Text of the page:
The Reusable Pallet and Container Coalition (RPCC) is working on a potentially ground-breaking solution that will not only address environmental concerns but will also allow companies to get a better ROI on their RFID investment—by using multiple-use tags on reusable shipping containers.
"We want to establish the business case for RFID and multi-use tags as it applies to reusable transport packaging," says Jeanie Johnson, executive director of the RPCC, a Washington-based trade association of companies that manufacture reusable pallets and containers and manage pooling services to users and distributors of these products.
"The problem is that companies have been using single-use RFID tags on one-way packaging, such as cardboard, and the tags are just thrown away," says Johnson. "Our project assumption is that reusable transport packaging will be the real enabler for the success of RFID technology—especially in the food industry, where perishables are often shipped in reusable plastic containers (RPCs)."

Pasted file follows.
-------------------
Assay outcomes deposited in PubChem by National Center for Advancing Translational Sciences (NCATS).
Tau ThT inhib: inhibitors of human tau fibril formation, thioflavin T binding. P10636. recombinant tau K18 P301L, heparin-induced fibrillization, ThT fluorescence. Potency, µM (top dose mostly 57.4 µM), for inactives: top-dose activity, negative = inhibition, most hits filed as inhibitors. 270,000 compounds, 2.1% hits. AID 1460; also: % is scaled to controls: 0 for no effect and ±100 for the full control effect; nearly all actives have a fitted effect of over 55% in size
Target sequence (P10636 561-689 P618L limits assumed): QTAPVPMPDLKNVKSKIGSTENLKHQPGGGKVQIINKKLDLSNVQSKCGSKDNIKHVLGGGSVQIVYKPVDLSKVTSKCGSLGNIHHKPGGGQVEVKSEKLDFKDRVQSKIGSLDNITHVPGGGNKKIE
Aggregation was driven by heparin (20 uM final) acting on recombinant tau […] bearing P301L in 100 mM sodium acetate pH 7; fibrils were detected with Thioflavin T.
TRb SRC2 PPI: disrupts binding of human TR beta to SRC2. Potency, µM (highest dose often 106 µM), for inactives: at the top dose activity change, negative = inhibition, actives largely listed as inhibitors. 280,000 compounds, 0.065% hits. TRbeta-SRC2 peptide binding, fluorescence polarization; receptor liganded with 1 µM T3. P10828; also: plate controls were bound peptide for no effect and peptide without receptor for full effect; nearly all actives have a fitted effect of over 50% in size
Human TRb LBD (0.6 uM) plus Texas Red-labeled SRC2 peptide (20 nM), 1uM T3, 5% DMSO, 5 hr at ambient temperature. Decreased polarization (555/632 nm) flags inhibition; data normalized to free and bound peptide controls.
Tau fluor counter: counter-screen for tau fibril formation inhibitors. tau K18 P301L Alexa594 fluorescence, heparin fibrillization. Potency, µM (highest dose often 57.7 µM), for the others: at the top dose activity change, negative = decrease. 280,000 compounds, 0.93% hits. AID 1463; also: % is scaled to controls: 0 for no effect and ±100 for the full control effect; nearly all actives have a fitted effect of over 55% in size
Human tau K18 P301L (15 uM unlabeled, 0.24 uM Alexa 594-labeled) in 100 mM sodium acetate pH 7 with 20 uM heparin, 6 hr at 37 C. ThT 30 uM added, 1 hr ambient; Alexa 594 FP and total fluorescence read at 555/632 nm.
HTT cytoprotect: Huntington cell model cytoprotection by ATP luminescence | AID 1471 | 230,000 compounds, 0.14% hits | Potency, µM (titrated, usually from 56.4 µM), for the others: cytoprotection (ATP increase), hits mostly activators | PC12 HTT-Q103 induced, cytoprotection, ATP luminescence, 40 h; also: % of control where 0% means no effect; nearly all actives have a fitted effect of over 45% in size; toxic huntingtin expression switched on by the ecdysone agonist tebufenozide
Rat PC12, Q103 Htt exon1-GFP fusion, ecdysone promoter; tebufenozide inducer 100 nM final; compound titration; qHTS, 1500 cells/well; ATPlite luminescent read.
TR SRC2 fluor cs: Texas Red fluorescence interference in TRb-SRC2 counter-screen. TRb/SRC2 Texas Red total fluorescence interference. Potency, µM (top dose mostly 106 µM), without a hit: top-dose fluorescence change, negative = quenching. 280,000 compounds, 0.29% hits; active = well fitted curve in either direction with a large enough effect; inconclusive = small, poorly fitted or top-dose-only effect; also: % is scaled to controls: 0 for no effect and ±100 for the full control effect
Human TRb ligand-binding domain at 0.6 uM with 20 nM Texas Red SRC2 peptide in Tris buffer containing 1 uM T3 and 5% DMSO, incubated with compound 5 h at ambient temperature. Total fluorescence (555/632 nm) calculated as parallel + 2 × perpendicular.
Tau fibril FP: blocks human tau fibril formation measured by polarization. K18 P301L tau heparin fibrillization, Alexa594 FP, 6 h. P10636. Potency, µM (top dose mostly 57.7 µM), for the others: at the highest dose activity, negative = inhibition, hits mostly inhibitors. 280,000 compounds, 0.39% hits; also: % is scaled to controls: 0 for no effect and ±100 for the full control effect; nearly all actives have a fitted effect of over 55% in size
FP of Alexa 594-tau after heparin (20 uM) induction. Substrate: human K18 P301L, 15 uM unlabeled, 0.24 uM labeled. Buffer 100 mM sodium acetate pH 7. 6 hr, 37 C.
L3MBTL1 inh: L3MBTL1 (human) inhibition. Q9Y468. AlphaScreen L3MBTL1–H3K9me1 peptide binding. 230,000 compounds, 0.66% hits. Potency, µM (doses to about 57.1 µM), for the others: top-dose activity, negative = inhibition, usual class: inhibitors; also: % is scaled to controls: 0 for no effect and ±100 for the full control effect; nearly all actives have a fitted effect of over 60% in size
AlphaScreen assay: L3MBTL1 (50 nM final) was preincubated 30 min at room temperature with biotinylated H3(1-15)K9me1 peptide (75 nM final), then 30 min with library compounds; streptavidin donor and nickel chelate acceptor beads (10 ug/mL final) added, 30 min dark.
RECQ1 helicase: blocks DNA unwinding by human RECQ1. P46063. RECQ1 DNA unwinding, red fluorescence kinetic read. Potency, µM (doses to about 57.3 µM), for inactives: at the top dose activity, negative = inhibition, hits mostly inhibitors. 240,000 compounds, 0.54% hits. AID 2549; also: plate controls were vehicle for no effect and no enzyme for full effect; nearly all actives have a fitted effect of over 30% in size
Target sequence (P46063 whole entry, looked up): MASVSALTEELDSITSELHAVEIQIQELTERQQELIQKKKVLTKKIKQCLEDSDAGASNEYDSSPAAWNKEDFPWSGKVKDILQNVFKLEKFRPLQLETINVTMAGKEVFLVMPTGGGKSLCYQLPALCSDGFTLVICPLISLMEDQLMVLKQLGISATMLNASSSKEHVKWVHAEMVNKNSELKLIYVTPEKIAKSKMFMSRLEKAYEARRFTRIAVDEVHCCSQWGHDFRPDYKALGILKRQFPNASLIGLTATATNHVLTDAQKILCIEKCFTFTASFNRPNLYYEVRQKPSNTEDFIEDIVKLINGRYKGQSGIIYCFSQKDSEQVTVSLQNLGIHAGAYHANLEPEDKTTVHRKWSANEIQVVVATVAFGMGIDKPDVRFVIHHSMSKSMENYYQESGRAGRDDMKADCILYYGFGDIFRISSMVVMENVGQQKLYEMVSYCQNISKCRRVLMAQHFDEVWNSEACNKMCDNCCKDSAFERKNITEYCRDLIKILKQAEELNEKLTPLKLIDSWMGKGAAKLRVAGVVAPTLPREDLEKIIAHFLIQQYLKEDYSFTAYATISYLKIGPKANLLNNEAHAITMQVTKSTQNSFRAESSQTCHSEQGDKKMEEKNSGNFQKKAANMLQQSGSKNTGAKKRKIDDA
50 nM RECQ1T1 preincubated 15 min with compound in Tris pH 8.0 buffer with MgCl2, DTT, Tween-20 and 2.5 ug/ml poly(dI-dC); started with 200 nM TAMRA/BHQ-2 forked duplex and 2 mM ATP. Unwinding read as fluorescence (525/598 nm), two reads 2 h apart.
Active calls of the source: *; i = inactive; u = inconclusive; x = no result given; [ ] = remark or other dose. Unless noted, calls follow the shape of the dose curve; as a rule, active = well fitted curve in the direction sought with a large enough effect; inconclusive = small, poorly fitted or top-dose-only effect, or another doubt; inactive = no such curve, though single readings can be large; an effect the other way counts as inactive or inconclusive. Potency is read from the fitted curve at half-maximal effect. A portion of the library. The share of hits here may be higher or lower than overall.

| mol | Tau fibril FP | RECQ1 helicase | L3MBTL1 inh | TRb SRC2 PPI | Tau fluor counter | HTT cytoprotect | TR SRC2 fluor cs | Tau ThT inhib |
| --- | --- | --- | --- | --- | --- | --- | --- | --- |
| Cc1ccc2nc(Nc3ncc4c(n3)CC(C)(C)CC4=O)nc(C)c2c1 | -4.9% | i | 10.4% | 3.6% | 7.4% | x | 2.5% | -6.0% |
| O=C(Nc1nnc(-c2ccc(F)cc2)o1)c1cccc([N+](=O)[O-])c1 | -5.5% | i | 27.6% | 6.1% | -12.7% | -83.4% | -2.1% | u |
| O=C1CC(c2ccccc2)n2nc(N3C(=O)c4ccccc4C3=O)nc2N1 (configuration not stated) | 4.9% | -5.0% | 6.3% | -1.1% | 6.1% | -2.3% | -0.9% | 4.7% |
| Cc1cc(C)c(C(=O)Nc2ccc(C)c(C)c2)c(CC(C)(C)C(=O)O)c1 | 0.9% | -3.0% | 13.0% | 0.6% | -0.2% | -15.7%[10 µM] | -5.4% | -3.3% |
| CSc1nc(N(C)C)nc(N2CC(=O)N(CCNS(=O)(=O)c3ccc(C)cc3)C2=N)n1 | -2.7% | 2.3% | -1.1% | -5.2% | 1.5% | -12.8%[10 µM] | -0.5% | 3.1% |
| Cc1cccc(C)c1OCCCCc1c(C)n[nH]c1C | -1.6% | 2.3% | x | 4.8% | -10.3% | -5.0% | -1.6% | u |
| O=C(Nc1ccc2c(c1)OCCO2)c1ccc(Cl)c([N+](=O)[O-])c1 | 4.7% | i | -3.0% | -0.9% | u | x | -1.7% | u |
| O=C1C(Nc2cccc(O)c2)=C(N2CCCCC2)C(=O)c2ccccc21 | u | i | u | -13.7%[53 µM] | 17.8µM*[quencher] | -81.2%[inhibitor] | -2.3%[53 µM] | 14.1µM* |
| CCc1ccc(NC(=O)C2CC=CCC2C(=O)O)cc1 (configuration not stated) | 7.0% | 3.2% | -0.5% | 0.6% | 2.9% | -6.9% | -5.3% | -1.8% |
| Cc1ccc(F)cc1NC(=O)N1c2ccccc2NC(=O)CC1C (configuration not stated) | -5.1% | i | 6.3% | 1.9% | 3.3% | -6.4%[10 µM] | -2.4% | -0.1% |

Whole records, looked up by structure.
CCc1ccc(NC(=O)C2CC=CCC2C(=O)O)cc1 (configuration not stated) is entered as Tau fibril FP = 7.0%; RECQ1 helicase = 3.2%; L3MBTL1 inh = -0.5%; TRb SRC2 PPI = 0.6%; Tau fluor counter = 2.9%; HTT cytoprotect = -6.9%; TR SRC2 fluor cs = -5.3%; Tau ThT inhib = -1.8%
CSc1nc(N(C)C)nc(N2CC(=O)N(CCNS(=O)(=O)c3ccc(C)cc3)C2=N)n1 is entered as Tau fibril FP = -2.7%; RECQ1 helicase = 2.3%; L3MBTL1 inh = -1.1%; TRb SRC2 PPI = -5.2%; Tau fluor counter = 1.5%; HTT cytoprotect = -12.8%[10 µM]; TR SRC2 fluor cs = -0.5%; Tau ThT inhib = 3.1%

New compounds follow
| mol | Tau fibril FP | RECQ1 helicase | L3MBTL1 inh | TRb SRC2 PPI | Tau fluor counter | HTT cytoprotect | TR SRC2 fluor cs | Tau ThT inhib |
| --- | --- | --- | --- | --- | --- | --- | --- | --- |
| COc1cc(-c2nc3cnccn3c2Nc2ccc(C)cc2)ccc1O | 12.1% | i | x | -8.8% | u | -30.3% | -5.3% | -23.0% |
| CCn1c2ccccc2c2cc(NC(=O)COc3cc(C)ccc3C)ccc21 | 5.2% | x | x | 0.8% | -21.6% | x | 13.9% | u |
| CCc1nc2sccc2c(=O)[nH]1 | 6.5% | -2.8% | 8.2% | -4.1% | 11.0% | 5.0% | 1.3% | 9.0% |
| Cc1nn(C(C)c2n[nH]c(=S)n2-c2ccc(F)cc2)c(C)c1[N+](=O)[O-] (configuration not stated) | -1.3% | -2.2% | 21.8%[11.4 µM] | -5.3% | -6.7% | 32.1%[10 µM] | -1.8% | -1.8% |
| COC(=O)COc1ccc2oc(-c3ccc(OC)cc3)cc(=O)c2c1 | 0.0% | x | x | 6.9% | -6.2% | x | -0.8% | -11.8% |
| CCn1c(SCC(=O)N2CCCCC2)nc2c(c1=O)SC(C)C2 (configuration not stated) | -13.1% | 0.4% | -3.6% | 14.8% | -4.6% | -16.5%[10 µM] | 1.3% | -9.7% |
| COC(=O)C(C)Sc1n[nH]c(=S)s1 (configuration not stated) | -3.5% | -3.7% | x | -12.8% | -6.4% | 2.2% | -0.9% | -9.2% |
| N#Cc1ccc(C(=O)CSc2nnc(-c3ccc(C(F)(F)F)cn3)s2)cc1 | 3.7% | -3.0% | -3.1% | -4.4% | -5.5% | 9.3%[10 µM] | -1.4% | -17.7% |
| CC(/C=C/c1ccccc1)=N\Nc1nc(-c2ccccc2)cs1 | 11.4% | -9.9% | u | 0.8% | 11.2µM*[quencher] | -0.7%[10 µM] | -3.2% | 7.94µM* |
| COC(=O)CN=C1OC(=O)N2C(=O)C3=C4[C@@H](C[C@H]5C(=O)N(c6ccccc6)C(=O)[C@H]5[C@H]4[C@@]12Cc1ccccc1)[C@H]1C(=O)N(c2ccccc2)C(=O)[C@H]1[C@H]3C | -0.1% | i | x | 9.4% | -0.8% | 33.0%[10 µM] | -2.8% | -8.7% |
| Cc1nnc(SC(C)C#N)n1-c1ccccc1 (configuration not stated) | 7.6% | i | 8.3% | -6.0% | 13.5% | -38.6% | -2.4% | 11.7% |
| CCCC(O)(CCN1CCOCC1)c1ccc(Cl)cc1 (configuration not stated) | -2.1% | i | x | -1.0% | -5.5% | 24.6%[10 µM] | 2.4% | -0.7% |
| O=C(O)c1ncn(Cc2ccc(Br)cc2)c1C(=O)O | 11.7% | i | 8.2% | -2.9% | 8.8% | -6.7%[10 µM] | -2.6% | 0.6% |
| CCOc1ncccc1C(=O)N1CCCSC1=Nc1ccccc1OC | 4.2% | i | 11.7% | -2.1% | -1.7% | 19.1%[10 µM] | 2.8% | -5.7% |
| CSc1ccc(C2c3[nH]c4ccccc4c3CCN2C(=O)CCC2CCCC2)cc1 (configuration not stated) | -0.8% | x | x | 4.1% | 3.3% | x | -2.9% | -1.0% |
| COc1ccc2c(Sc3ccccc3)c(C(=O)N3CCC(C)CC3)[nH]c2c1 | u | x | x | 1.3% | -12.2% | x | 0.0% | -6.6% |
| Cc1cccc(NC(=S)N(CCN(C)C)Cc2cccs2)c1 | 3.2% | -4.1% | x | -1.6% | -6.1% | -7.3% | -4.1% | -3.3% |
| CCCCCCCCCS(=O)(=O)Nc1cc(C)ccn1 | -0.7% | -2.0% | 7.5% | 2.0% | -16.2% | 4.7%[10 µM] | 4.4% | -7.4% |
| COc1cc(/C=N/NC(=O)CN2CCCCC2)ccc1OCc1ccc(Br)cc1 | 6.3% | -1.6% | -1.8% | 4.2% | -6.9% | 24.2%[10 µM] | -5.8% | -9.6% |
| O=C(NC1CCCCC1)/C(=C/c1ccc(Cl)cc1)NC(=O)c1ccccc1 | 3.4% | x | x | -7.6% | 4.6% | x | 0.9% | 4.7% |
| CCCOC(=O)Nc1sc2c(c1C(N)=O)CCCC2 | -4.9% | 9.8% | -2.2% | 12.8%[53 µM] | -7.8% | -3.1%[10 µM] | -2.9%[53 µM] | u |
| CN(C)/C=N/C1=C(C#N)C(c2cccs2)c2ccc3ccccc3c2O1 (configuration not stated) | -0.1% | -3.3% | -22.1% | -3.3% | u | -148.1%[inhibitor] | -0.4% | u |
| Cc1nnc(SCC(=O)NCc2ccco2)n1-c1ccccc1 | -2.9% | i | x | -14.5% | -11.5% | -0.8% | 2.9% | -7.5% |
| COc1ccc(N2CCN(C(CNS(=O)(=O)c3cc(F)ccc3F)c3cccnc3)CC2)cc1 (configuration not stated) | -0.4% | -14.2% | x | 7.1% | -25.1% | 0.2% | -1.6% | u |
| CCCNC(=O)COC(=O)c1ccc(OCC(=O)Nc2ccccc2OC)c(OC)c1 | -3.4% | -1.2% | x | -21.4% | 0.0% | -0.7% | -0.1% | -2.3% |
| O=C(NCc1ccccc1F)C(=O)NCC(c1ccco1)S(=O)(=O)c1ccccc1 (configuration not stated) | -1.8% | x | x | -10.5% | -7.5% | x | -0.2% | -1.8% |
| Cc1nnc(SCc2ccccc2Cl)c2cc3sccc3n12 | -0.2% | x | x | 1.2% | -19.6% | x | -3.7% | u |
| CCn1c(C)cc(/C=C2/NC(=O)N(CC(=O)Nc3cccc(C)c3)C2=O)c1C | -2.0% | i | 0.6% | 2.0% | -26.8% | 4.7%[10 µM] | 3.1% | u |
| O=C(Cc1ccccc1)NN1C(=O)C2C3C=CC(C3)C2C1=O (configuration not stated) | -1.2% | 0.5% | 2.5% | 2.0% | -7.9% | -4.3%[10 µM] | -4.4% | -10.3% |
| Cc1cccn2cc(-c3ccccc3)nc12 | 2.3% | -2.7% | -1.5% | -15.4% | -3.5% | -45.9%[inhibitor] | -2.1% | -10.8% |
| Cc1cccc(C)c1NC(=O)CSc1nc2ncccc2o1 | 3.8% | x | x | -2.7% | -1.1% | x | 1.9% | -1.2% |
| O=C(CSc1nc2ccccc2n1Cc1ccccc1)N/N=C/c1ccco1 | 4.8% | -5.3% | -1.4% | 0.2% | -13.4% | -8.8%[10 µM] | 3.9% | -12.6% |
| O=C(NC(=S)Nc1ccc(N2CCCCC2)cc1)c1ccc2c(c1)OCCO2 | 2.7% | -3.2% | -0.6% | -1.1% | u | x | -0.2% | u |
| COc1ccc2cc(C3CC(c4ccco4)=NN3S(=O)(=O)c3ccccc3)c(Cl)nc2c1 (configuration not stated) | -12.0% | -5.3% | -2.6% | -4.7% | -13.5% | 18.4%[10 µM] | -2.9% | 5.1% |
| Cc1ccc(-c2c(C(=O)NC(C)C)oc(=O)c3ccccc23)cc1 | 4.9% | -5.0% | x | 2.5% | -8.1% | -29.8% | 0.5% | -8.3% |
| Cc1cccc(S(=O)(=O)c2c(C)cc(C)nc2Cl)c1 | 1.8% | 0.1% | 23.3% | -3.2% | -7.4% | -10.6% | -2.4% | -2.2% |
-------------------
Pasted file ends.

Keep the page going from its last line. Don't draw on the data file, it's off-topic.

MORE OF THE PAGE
Although only about 3 percent of product in the food industry is shipped via reusable transport packaging, the savings garnered by reusing shipping materials as well as reusable RFID tags could be enormous, Johnson points out. "Most of the field tests in the U.S. have been done on one-way transport, but it's certainly much more economical and better for the environment to get reuse tags and containers. We're way behind Europe in this area."
The RPCC will begin a three-phase project to test its theory, starting with lab tests at a university this month to examine the durability of multi-use tags when used with reusable containers.
Johnson says the organization will test five to seven different tags, which are all Electronic Product Code (EPC) compliant. "The tags will be tested under simulated conditions, including placement, vibrations, wet, cooling—the harshest kinds of environment that a multi-use tag would have to go through."
Once the lab tests are completed, which should take about a month, the RPCC will develop an economic model for integrating the RFID tags with reusable transport packaging.
"We're going to compare the cost of one-way RFID tags on expendable packaging vs. multi-use tags on reusable transport packaging," according to Johnson.
"If these two phases give us the outcome we anticipate, we'll do a field test this fall using RFID to track RPCs with a major shipper/grower and a major retailer. We'll use produce because it is subject to the harshest conditions." she says, adding "asset visibility will be greatly enhanced throughout the supply chain if we can enable these multi-use tags throughout the supply chain."